While your beans are cooking, start your soup by sautéing the following veggies in a large skillet

(or large stockpot if you didn’t take the extra step above) on medium-high heat with a little olive oil…

3 large carrots, diced

1 zucchini, diced

1 large onion, diced

Season well with kosher salt

Once your veggies start to soften a bit, add in…

5 cloves of garlic, minced

1 sprig of rosemary 

1 bay leaf

Stir and once you smell the herbs and garlic, deglaze the pan with about 1/2 cup dry, white wine.  Stir to scrape up any bits stuck to the bottom of the pan.  Simmer for a minute or so.

If you’re making this in the stockpot now and haven’t infused your chicken stock with parmesan, then now add in 2 quarts of chicken stock.  OR add this white wine/veggie mix to your stock pot with the hot stock and cheese rind.

Add in your beans.  They should be al dente right now and will continue to cook in the soup pot.

Bring to a boil.  Reduce to a simmer.  Cover and simmer for at least an hour or as long as it takes for the beans to soften to your liking and the soup to taste incredible.

When you’re ready to serve, drop in your gnocchi, one by one…

Only drop as many gnocchi as you know you’ll be needing at this moment, do not store leftovers with gnocchi in the soup- they will mush and swell.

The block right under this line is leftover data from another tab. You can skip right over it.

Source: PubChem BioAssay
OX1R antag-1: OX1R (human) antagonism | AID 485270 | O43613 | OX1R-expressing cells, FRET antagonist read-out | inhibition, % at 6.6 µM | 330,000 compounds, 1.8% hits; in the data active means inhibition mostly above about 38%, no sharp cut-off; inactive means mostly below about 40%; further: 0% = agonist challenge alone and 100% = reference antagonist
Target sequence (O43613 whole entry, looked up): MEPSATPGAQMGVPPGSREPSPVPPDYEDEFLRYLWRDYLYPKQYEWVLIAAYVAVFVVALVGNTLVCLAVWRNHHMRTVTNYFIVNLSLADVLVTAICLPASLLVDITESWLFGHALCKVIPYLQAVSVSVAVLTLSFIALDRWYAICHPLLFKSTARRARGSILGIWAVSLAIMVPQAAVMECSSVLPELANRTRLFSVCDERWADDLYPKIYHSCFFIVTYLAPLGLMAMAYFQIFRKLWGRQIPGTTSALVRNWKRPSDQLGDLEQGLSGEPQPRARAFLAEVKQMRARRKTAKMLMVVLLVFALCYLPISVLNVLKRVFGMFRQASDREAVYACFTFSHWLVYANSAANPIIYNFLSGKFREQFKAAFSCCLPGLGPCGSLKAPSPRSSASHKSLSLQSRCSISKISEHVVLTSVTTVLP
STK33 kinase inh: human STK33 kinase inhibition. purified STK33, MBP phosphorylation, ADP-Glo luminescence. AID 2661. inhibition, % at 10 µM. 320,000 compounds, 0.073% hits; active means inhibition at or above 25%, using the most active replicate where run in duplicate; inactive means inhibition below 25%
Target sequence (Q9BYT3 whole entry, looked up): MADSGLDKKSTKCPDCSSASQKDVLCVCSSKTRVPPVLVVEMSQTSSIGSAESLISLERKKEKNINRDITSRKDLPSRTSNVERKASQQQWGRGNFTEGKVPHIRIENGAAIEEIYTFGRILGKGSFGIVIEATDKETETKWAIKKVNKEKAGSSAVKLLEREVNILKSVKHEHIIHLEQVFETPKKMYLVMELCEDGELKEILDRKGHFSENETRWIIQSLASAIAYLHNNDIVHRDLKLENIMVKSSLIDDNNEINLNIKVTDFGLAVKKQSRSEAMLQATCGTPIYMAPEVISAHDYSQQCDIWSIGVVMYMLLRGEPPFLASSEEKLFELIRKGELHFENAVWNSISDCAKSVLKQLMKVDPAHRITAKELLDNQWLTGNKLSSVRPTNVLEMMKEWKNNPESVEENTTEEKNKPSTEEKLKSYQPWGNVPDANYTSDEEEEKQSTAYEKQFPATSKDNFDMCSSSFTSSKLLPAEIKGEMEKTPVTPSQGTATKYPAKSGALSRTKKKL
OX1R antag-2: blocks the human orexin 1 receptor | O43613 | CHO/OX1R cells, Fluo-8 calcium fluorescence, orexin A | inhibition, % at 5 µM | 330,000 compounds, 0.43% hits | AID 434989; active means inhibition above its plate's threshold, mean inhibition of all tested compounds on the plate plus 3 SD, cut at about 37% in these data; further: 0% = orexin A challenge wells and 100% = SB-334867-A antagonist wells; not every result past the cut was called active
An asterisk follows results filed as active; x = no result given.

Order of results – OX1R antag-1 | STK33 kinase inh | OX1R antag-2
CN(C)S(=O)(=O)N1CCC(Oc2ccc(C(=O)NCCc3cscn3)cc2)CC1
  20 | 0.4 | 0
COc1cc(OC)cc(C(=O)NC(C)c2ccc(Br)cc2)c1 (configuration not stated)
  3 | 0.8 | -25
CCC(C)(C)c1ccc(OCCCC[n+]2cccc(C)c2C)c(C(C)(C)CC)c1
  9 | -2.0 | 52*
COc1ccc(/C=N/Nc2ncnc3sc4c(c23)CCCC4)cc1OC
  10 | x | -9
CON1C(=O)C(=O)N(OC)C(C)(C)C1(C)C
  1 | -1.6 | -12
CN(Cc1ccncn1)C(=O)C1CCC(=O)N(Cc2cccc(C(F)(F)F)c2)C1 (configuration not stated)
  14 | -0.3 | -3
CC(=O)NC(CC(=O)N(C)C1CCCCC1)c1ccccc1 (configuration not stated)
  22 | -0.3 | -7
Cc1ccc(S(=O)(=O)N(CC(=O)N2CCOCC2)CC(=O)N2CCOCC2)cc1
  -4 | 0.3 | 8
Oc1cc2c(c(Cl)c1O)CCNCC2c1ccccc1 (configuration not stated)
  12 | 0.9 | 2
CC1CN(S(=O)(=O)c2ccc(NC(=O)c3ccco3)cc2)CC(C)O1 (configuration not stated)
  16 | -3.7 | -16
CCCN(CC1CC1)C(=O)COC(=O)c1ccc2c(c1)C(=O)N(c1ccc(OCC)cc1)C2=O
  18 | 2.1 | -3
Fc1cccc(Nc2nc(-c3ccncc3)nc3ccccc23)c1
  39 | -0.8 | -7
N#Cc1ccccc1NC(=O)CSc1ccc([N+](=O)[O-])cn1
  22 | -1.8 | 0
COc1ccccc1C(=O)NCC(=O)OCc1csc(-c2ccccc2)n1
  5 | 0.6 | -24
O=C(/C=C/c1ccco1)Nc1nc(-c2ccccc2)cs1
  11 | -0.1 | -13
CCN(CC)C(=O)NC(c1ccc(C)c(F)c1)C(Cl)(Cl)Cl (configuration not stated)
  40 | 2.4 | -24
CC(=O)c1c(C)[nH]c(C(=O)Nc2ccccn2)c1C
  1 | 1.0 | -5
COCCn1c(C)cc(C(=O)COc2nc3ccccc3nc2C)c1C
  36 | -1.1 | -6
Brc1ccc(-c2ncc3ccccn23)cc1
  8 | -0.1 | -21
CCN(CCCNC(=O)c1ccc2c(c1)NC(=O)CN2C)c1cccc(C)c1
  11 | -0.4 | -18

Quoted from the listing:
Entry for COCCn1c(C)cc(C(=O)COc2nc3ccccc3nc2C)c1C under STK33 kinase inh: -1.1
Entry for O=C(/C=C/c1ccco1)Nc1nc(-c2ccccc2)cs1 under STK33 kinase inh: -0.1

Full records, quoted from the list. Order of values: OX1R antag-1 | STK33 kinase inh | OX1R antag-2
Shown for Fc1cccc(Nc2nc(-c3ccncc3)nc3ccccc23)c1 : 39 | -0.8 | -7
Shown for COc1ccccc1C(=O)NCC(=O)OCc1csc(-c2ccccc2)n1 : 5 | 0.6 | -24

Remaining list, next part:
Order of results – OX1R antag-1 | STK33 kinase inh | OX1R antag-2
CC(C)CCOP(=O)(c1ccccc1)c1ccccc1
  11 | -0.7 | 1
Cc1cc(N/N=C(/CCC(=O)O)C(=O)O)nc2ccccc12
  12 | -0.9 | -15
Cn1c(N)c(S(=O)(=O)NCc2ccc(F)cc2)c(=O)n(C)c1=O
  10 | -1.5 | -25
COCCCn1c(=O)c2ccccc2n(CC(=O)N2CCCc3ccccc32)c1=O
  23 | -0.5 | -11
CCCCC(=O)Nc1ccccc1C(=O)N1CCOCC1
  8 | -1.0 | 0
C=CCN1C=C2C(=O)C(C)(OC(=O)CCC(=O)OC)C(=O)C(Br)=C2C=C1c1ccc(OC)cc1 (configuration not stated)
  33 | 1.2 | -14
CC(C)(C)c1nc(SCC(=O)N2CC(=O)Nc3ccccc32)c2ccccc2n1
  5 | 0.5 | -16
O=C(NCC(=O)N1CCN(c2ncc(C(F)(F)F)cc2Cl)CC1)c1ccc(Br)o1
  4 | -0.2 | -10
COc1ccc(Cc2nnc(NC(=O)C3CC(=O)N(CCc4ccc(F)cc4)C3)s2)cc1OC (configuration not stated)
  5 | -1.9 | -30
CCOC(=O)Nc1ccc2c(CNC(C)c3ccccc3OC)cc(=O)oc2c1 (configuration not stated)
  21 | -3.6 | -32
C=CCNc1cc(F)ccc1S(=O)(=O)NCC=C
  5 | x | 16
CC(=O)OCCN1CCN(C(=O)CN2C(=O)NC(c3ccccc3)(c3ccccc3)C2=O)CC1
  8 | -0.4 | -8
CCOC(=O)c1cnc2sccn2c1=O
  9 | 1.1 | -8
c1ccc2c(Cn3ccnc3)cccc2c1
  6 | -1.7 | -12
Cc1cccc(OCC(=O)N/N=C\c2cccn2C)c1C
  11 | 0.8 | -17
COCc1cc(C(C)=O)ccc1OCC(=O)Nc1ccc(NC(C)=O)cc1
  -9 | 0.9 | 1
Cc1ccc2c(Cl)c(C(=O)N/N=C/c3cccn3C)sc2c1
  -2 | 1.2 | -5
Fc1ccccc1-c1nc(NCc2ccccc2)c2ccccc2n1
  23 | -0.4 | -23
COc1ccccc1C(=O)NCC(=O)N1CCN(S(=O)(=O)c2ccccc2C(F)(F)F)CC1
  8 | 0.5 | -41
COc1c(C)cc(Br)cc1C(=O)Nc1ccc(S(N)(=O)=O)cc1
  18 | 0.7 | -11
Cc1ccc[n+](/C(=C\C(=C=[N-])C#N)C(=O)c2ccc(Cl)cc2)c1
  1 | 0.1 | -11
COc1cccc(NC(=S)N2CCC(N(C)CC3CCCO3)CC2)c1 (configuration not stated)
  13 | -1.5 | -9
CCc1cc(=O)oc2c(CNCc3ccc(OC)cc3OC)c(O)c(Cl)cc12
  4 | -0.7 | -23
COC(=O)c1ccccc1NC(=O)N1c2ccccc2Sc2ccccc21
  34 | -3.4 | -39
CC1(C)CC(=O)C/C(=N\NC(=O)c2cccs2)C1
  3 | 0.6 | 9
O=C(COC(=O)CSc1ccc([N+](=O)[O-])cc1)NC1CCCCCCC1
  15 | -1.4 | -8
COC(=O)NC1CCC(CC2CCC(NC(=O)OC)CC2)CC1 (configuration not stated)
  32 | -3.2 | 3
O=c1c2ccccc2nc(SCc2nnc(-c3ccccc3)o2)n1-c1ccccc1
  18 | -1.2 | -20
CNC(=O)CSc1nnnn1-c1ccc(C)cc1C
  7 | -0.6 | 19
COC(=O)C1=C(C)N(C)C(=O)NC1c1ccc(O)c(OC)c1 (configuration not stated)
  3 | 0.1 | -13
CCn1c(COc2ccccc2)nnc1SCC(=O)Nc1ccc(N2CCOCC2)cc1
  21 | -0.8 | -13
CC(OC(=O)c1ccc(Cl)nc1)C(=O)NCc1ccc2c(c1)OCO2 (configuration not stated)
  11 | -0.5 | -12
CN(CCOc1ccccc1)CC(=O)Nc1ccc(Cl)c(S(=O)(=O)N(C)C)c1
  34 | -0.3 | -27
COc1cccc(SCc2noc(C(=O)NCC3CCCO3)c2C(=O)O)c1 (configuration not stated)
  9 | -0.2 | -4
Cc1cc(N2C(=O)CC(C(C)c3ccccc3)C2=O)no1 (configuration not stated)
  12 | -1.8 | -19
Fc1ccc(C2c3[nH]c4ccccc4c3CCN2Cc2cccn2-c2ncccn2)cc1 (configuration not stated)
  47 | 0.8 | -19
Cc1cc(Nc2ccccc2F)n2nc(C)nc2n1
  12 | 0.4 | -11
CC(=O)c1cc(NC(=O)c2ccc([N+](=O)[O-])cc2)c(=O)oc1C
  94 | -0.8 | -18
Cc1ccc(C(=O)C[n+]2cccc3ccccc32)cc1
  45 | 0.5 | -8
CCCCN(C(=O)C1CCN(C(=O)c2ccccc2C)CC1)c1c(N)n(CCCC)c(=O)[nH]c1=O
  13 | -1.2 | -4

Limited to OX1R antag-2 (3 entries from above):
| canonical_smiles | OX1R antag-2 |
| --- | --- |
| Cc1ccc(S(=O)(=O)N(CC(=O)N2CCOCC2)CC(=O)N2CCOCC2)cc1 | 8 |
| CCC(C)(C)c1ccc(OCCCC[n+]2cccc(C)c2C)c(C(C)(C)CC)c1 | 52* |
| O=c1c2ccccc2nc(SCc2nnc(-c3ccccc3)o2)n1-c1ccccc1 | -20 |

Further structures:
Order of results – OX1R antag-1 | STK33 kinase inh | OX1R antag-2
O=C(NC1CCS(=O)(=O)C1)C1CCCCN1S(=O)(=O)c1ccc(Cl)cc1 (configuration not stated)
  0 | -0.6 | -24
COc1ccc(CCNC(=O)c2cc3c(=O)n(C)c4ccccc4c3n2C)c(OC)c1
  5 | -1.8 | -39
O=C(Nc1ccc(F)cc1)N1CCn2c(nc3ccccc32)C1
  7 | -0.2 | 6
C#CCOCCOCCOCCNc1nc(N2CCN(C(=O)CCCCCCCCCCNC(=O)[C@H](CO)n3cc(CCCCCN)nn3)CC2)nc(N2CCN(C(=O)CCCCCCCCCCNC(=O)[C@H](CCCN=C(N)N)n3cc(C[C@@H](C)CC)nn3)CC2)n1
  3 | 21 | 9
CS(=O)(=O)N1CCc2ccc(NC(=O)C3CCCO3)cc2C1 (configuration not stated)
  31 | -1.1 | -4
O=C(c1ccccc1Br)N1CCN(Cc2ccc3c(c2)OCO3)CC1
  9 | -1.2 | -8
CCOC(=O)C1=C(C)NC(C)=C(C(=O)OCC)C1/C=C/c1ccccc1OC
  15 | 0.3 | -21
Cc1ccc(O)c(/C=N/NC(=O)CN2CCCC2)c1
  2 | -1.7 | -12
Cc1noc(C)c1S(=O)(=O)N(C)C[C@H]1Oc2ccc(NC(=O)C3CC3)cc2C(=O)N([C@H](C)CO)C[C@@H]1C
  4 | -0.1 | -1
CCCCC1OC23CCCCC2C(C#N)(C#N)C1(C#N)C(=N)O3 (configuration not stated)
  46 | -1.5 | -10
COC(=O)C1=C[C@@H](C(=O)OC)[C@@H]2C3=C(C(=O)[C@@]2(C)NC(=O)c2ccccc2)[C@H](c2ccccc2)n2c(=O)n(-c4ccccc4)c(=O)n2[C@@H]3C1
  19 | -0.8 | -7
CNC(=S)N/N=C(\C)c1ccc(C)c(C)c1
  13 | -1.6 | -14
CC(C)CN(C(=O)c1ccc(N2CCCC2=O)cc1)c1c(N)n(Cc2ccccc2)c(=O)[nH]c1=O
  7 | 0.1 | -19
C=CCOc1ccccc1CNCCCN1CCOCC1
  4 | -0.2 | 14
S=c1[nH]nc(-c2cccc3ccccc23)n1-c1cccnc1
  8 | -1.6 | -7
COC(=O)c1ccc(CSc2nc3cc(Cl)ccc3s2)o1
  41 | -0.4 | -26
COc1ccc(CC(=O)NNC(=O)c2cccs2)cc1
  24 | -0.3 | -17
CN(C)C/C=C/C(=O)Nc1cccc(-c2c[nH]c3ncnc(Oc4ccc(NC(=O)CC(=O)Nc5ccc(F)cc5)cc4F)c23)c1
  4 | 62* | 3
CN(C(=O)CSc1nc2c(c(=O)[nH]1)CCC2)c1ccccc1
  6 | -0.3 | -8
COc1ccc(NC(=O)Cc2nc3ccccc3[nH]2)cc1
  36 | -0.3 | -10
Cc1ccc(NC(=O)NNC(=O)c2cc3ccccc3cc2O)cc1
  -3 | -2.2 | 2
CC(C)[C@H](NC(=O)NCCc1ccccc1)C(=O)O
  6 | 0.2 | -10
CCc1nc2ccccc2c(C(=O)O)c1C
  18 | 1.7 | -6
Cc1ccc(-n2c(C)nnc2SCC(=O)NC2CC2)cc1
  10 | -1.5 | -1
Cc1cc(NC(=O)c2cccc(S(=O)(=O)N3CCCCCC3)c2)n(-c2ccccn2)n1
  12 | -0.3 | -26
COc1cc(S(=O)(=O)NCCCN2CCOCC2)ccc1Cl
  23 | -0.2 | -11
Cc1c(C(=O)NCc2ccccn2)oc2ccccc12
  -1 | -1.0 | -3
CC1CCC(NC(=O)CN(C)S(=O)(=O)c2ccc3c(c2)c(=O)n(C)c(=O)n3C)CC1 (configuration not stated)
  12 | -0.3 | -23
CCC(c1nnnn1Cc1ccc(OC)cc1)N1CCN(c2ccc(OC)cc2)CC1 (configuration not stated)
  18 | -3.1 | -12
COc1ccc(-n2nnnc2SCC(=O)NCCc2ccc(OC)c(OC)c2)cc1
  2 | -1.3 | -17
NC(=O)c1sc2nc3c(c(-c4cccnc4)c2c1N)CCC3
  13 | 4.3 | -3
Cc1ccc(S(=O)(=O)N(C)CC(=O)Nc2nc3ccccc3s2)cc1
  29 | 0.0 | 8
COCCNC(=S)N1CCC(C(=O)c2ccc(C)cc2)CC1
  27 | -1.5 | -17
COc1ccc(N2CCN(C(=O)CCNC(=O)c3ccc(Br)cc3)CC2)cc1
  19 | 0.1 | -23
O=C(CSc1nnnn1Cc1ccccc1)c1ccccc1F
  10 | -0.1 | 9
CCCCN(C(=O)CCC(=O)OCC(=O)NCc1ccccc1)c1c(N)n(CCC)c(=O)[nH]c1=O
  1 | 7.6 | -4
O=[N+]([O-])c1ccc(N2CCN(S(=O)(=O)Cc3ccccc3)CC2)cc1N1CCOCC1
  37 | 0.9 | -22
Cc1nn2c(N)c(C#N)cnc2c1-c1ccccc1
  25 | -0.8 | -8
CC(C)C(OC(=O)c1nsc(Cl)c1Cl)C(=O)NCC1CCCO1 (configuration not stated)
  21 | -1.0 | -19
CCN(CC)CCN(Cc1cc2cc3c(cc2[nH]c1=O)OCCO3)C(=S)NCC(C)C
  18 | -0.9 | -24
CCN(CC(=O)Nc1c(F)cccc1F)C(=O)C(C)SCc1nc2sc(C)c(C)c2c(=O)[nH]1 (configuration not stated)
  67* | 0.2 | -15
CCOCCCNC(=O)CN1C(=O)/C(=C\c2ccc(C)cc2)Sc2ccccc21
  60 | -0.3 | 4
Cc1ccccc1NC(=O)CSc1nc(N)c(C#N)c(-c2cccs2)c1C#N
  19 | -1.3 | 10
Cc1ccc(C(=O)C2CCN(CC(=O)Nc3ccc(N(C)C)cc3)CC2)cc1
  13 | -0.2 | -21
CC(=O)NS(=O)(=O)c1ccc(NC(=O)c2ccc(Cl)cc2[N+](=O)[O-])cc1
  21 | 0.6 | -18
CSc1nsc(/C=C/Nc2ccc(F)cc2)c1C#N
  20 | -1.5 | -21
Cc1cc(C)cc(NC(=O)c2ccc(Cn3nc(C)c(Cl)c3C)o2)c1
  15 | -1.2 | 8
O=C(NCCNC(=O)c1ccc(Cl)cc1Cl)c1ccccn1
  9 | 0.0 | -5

Serve warm and garnish with chopped parsley.

Store any unused gnocchi in a large freezer bag, not touching one another.

(*note- I do not recommend boiling your potatoes for gnocchi.  If you do, they soak up too much flour and become too gummy and dense.  If you bake them, less flour is needed and they remain light and fluffy and perfect.)

(**other note- You can make this vegetarian and use the bean broth (cooking liquid) instead of the chicken broth and omit the cheese rind.  However, using the bean broth will cause some tummy noise.  But I assume if you’re vegetarian, you’re already privy to tummy noise.)

Stay tuned for what I did with the remaining half of my gnocchi… It’s pretty killer.

Thanks for reading, y’all.  Have a good one!  XOXO